With the fast rate of technology changes, not
everyone can be expert in everything in their infrastructure.
In addition, even the best sys-admins
are human. For example, in the heat of resolving
a technical issue, the sys-admin may create a new
With higher-priority issues to solve, they intend
to add the new object into monitoring but
often forget. Six months later, the volume fills
up, all hell breaks loose, and everyone wonders
why the monitoring system didn’t warn them.
Even when problems are identified, without
good historical data, the engineers could easily
devote from a full day of developer time to trace
Perhaps a cure?
A monitoring system adds value if the benefits of
the system are greater than the acquisition, implementation
and operational costs. Generally, the
benefits obtained from a good monitoring system
will be increased uptime, fewer service degradations
and the elimination of downtime.
Two notable outcomes are reduced staff time
to investigate performance issues and better utilization
of, and transparency into, IT performance
intelligence throughout the organization.
A monitoring system that is easy to set up and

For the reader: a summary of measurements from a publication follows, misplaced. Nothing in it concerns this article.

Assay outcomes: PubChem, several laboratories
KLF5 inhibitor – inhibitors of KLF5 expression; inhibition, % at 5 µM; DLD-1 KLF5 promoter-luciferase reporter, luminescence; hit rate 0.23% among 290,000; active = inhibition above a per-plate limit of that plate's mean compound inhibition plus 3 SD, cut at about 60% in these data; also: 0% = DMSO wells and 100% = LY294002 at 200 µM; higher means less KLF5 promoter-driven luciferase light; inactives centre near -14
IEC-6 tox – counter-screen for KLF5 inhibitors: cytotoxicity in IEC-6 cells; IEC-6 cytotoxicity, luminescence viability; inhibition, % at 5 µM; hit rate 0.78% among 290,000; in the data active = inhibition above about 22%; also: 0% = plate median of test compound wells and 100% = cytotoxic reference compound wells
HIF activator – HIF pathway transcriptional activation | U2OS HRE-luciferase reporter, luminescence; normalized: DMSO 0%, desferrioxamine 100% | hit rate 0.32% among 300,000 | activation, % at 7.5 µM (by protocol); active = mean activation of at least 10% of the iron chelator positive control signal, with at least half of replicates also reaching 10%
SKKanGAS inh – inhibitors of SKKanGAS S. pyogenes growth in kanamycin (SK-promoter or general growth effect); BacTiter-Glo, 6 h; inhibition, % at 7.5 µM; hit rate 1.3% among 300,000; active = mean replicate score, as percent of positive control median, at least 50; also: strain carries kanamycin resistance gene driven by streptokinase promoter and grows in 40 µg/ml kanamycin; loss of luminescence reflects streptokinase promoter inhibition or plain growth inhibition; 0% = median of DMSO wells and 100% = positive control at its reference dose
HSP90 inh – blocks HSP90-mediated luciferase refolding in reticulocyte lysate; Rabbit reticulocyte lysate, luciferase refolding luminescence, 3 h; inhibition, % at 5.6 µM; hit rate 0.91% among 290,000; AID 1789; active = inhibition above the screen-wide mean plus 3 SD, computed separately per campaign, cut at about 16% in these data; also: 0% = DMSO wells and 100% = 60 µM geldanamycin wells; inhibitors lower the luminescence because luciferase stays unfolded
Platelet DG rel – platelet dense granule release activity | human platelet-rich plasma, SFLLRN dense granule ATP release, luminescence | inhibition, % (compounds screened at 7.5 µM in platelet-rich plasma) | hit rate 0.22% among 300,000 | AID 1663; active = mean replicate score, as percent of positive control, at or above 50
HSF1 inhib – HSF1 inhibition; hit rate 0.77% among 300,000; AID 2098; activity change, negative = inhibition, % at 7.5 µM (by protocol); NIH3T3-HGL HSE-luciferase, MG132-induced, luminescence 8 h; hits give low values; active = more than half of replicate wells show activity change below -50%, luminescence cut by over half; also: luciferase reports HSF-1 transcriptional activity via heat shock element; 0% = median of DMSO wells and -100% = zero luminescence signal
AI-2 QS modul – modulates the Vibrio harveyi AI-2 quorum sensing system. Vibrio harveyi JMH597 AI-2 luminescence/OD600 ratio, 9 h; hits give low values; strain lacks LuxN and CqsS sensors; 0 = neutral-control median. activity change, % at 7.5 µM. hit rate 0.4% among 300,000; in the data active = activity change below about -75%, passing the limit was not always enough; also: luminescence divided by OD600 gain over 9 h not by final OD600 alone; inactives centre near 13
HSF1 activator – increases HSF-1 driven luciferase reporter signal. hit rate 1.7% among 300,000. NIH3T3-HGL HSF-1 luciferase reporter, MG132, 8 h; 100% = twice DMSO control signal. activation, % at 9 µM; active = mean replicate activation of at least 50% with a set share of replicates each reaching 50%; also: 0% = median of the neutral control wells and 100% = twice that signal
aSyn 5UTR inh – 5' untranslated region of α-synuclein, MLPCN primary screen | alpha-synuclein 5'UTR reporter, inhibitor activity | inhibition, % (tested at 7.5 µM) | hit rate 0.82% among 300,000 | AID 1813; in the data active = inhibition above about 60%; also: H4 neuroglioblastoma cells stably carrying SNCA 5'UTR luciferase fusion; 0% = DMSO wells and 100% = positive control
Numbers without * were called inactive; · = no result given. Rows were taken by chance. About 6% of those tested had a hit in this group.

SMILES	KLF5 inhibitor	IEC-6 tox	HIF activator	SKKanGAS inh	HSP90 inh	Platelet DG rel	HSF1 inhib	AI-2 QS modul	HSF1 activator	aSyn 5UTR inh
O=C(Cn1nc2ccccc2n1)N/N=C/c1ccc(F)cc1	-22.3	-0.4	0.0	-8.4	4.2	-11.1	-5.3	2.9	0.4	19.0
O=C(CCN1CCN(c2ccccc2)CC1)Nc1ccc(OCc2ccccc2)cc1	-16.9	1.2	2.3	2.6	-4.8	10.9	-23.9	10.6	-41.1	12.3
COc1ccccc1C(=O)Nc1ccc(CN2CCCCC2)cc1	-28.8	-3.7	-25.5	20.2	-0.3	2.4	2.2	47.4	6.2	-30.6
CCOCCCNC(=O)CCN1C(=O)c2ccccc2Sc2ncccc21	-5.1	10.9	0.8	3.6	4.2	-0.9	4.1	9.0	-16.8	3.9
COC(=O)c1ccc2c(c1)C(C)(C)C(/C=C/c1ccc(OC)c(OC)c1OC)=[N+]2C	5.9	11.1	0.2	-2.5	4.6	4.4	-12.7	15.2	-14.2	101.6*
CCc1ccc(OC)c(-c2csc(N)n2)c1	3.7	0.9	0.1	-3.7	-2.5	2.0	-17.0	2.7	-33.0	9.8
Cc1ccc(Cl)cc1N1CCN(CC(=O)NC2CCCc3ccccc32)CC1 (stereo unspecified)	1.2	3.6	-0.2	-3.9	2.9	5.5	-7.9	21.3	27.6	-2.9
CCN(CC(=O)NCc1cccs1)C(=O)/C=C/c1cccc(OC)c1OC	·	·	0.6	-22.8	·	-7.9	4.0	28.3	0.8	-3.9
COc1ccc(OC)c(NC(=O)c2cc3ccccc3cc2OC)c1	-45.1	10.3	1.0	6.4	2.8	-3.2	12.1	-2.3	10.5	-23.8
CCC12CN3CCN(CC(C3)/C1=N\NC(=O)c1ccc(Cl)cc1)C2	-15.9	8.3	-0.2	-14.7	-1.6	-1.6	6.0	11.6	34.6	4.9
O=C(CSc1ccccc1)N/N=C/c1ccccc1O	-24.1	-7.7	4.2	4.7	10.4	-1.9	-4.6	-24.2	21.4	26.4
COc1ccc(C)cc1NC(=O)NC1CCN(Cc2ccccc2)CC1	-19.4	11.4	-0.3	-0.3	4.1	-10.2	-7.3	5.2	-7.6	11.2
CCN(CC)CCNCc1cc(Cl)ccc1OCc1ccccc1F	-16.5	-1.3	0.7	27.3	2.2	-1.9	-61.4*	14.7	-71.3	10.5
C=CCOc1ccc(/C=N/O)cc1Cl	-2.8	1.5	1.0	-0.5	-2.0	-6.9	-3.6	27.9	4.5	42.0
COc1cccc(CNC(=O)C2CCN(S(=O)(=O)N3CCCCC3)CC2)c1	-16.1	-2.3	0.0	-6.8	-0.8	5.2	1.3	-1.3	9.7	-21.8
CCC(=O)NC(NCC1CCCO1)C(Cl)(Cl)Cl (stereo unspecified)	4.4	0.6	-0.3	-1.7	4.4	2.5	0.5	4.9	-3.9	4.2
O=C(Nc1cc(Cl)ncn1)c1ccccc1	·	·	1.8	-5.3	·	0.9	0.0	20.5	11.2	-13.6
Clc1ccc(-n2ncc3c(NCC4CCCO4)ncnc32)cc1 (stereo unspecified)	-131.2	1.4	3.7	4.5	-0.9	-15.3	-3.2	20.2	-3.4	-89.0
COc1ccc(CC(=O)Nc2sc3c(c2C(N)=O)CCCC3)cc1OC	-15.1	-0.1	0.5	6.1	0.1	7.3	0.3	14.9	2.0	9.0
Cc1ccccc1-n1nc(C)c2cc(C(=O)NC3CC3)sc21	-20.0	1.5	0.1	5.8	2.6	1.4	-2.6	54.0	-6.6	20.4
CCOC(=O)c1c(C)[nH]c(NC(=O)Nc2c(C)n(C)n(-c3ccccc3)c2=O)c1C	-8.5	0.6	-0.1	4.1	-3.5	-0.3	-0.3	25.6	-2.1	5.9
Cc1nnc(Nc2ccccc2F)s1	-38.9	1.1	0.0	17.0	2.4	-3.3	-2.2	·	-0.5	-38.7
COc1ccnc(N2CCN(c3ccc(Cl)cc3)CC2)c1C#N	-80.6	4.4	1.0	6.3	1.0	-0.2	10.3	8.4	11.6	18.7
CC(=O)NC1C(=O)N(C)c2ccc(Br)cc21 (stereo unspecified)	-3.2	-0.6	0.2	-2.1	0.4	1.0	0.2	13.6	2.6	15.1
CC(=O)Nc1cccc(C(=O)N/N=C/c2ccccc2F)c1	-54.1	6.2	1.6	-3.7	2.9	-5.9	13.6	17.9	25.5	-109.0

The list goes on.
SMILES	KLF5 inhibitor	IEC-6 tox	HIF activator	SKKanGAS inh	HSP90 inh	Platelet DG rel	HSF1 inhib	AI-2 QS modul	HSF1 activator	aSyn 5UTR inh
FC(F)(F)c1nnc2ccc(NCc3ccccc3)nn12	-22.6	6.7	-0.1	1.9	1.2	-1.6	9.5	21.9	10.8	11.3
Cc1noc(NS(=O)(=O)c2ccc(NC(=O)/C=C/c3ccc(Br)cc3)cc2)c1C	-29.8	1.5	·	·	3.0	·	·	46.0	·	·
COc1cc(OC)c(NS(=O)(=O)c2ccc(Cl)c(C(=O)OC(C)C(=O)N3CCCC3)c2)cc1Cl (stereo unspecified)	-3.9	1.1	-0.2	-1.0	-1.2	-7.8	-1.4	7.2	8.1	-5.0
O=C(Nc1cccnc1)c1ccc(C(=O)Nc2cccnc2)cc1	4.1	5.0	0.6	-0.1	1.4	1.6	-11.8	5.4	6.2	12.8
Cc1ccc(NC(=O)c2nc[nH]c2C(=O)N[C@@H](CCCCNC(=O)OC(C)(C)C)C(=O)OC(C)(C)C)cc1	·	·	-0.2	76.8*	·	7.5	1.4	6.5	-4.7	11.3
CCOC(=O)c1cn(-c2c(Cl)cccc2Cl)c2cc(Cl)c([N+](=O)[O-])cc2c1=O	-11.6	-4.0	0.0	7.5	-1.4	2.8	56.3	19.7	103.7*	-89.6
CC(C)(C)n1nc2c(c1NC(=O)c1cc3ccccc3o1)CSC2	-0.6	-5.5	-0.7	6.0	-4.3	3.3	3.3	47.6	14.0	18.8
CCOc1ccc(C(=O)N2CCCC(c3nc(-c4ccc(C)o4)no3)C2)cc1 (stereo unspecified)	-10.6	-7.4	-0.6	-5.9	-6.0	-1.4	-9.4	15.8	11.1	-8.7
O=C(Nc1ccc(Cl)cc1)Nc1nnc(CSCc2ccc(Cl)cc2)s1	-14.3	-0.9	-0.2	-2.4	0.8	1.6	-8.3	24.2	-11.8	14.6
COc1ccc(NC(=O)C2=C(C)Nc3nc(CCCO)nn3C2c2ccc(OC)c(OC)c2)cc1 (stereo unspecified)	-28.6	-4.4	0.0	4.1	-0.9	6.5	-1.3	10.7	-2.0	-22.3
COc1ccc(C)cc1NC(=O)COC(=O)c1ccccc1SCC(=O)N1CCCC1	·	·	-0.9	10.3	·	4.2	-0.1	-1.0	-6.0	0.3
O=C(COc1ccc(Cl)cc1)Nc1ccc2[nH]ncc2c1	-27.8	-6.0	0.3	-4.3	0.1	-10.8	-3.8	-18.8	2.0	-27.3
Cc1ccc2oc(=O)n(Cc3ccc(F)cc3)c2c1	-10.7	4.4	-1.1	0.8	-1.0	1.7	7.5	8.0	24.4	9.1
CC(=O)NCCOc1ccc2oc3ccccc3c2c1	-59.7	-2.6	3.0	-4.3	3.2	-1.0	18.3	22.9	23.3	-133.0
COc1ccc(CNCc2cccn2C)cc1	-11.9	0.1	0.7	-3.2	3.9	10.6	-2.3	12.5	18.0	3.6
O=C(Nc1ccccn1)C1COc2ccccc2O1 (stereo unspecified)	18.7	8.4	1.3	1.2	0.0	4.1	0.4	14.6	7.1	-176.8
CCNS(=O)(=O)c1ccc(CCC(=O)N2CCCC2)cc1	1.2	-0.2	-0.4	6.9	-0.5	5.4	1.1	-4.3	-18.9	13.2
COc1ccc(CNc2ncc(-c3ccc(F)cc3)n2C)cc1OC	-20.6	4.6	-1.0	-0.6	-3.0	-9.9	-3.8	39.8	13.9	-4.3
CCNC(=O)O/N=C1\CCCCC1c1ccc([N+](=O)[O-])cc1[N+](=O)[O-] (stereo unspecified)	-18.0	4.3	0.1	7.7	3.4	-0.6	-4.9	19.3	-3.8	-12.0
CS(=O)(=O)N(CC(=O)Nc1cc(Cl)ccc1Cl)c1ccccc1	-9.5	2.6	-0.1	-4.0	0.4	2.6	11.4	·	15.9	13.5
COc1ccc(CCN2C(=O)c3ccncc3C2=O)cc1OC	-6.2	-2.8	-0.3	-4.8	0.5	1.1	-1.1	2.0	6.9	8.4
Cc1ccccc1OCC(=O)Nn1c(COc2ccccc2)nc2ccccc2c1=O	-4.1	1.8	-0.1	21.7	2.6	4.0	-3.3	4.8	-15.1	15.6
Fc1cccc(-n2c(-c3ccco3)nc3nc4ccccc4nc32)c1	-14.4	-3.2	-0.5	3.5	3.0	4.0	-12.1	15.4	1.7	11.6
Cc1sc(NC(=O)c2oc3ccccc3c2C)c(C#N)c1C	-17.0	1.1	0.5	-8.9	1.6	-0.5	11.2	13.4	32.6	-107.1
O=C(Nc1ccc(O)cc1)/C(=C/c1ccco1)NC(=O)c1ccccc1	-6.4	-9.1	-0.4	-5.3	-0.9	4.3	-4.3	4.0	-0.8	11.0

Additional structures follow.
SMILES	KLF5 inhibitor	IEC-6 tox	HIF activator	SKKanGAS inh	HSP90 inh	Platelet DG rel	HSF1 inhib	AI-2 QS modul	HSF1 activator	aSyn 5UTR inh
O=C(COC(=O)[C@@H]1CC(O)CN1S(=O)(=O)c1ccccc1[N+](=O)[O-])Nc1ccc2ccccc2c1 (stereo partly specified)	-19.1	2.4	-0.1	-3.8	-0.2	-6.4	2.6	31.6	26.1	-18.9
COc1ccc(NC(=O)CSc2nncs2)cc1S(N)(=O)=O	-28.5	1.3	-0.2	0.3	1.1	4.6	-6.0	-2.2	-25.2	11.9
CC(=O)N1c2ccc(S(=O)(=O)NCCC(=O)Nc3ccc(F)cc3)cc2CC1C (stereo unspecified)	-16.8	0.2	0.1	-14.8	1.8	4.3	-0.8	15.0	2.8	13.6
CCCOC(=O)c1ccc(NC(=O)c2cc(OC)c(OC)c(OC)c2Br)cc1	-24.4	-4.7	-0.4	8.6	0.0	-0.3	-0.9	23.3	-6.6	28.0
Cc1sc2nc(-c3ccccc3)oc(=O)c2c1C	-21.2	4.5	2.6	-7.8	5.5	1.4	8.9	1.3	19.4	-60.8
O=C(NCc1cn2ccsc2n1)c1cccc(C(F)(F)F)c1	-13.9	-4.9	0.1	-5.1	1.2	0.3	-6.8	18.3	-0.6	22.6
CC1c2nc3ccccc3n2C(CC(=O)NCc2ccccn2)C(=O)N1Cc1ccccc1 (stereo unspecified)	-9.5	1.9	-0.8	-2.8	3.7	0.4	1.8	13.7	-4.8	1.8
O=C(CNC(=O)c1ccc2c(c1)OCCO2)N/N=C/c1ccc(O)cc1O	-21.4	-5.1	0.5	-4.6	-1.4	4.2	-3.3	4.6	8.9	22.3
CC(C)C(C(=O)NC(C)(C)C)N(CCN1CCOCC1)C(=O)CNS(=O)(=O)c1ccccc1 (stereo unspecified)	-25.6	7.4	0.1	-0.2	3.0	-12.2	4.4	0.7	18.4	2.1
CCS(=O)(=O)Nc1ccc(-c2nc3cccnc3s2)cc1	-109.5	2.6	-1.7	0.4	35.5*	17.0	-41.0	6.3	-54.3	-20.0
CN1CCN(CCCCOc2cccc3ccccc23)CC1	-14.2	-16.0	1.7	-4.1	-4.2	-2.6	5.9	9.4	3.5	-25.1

does not require a dedicated sys-admin improves
the efficiency of an IT organization. The ideal
monitoring system UI should be intuitive, empowering
the entire IT staff with real-time visibility
into IT performance in order to quickly
identify and respond to issues.
Your monitoring system should collect a wide
variety of data, from all devices in the IT infrastructure,
and that information should be able to
be assessed in a way that provides operational efficiency
to the business. For example, the overall
performance of device types, of data center, collocated
or hosted IT and cloud services, should
be accessible by those who need access to the intelligence.
The information should be made visible
in graphical format and allow for automated
reporting that makes it easy to spot trends, correlate
issues and be utilized for decision-making
throughout the IT organization.
Your selection criteria should be driven
by business values, except for specific technical requirements
such as the ability to monitor a specific
protocol. Once you’ve identified monitoring-solution
options, weigh the benefits against the acquisition,
plus implementation, plus the operational
ownership costs of each option.
After the assessment and discussions, however,
your selection of a monitoring system comes
down to one simple statement: Forget about features.
Pick the monitoring system that adds the
most value to your business.
About the Author: kevin McGibben, CEO, Logic Monitor. Kevin brings strong global experience in market strategy and channel implementation. He previously founded 32 South to assist mobile and new-media technology companies in strategically expanding into international markets. Kevin also founded firms in the VOIP, consumer products and Web 2.0 industries. His experience includes international marketing, channel development and general management positions with technology companies Fujistu, TEKELEC and CIDCO.